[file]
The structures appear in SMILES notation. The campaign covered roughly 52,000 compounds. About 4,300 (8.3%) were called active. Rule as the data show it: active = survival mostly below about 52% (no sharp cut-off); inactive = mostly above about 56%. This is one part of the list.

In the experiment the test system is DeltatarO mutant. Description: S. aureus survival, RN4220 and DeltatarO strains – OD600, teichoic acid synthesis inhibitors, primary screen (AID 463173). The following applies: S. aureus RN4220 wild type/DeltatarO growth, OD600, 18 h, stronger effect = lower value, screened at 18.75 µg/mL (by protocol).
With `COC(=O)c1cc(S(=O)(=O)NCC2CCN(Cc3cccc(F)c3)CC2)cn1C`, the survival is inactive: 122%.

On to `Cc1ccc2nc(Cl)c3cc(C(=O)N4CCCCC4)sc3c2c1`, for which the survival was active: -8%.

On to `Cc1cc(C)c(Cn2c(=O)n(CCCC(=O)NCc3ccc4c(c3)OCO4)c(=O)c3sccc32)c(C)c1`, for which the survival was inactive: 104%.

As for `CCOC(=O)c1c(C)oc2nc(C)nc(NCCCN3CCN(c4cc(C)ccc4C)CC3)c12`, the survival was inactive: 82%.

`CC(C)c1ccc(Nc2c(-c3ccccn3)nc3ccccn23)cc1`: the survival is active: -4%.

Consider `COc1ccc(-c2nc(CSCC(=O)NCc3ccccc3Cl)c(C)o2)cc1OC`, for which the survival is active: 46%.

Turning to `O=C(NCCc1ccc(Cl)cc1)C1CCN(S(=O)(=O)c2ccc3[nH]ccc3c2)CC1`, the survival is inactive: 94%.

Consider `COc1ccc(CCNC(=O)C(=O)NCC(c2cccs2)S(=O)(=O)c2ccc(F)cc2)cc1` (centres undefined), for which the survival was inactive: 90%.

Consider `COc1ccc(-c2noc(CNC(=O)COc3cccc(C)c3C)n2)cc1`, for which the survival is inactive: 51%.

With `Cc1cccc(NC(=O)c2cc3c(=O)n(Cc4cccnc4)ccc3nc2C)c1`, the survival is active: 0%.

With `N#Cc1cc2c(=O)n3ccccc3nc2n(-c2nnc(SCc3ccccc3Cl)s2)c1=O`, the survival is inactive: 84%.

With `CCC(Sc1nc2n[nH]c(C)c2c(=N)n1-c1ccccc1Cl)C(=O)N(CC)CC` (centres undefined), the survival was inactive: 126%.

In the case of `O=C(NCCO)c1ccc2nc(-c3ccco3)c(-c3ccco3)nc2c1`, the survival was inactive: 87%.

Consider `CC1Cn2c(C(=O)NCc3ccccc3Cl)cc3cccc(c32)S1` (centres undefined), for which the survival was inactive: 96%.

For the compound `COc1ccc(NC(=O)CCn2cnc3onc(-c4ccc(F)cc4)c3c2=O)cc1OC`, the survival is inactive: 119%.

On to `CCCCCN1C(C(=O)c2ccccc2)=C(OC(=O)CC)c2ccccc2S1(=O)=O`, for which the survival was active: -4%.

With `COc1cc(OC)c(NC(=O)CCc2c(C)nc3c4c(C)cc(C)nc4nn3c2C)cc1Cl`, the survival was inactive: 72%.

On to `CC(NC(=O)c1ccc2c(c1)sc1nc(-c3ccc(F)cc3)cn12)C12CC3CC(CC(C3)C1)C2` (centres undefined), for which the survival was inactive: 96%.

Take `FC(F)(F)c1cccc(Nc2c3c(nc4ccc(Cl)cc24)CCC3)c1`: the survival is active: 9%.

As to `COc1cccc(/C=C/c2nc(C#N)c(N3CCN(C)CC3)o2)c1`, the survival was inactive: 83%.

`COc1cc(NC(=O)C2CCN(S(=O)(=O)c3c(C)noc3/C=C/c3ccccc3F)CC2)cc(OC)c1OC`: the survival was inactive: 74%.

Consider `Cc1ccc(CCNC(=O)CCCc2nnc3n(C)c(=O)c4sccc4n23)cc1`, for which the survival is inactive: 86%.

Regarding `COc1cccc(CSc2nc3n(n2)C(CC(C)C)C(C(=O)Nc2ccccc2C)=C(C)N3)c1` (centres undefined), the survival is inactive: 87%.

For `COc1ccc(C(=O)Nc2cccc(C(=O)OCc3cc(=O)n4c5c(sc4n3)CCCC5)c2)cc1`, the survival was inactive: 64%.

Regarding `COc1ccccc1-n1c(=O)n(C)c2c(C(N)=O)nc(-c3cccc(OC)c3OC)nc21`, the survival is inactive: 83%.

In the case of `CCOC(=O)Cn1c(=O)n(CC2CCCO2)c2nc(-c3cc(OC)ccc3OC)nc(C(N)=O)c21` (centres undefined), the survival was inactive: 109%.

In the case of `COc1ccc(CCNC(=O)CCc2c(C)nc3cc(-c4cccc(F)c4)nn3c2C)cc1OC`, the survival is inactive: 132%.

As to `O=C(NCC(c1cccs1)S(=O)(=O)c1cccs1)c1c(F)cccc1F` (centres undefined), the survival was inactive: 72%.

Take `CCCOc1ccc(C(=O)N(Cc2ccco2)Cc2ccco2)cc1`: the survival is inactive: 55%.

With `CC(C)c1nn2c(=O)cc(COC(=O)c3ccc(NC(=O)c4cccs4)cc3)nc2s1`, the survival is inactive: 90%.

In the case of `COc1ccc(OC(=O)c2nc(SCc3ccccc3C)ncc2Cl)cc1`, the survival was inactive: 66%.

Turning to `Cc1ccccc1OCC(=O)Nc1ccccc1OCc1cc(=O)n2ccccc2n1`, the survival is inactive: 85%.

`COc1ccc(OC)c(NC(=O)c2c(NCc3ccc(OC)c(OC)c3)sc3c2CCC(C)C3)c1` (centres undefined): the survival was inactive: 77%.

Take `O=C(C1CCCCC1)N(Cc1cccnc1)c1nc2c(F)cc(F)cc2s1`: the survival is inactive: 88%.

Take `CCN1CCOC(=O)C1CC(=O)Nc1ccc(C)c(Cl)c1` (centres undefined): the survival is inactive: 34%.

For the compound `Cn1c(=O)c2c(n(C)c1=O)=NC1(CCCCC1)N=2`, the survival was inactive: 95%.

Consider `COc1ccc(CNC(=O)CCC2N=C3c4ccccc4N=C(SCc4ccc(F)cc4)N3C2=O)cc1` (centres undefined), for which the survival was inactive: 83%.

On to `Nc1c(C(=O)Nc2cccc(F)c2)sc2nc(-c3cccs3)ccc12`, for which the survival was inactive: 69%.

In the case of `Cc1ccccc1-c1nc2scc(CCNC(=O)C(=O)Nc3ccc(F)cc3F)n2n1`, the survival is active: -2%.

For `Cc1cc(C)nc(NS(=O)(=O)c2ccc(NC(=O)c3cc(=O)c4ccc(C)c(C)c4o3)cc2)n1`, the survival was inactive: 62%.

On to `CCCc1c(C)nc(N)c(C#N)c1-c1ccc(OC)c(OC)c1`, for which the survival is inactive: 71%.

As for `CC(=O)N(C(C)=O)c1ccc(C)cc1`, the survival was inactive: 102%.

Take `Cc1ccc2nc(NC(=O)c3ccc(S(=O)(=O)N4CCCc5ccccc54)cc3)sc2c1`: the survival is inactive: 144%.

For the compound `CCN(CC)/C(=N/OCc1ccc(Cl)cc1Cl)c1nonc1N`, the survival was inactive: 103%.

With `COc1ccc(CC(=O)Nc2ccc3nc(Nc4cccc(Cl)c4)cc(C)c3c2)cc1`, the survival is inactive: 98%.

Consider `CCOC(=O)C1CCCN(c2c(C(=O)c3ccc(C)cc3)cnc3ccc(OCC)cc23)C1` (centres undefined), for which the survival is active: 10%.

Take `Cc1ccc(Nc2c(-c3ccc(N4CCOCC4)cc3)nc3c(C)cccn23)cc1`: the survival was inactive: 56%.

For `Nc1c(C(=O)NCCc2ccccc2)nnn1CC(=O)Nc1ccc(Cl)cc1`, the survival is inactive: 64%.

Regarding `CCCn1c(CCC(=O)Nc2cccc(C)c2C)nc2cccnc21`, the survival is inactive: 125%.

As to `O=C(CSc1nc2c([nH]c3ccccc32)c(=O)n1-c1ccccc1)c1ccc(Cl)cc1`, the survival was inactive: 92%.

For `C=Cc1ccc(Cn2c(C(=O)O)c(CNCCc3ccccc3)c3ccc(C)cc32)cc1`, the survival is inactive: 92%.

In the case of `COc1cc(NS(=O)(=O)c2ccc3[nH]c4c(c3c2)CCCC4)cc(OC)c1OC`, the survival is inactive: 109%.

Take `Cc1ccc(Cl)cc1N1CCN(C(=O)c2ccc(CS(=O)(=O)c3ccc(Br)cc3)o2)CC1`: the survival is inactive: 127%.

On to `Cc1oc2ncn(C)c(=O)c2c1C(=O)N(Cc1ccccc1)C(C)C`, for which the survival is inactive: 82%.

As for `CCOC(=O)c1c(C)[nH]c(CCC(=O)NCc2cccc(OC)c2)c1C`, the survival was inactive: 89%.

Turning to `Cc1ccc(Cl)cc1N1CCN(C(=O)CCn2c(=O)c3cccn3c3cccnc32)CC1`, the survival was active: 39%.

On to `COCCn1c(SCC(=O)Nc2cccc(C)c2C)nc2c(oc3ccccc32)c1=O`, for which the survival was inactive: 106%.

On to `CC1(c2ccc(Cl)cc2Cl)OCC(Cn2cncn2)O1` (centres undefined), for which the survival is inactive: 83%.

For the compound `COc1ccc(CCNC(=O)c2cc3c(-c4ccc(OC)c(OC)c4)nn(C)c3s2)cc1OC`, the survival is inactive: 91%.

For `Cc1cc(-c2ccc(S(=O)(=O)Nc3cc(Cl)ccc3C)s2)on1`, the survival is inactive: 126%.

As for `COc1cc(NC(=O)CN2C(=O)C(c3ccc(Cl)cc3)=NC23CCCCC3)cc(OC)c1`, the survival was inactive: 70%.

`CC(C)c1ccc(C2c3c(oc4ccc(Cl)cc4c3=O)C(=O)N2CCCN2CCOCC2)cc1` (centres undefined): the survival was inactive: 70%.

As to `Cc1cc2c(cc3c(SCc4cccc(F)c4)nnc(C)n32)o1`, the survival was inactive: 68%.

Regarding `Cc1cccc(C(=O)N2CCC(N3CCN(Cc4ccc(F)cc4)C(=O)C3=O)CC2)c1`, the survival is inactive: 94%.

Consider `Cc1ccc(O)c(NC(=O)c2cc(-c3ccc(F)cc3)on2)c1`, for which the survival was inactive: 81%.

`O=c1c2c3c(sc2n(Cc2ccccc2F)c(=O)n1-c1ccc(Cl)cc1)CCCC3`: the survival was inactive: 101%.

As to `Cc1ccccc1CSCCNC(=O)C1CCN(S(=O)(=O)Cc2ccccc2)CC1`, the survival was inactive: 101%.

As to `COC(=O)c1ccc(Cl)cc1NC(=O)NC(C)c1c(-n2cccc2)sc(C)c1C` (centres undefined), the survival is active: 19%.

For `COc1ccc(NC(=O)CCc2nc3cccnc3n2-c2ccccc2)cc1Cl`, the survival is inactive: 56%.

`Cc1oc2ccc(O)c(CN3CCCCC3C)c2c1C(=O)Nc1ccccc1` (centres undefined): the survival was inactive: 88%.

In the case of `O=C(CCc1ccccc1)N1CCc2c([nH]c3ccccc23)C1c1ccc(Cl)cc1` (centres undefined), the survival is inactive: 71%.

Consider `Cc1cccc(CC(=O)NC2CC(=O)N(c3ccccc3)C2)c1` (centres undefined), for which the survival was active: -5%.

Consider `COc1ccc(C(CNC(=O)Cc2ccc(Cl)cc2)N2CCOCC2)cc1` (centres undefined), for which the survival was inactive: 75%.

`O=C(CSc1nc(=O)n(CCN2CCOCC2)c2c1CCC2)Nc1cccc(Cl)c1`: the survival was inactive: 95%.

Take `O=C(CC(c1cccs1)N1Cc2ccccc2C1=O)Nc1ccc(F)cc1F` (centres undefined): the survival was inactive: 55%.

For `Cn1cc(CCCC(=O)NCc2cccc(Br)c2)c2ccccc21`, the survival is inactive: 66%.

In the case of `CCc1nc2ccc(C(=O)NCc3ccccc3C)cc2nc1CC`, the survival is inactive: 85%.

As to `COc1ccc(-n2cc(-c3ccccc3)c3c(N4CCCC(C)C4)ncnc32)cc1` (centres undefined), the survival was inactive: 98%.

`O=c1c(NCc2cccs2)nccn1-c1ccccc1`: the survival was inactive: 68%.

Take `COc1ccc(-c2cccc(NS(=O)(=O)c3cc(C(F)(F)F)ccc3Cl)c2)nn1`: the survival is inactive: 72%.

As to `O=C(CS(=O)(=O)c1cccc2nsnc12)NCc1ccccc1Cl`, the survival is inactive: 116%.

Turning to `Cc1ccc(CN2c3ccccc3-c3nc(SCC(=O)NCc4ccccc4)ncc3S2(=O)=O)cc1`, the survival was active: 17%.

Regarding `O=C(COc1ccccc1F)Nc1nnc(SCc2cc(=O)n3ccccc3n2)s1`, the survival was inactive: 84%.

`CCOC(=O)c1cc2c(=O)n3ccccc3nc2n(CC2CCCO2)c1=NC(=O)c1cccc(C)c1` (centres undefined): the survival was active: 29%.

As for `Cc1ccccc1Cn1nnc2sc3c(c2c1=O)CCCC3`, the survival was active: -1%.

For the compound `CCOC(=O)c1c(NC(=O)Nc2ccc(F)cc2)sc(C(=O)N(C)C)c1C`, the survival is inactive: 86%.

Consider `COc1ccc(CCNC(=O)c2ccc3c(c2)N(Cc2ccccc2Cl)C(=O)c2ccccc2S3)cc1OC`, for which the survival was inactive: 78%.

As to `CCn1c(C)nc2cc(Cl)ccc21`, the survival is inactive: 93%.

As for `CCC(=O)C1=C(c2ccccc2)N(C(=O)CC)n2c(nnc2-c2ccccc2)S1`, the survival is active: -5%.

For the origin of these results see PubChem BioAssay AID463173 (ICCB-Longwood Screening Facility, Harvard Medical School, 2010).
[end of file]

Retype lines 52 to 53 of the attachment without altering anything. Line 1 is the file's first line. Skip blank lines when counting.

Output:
As to `O=C(CSc1nc2c([nH]c3ccccc32)c(=O)n1-c1ccccc1)c1ccc(Cl)cc1`, the survival was inactive: 92%.

For `C=Cc1ccc(Cn2c(C(=O)O)c(CNCCc3ccccc3)c3ccc(C)cc32)cc1`, the survival is inactive: 92%.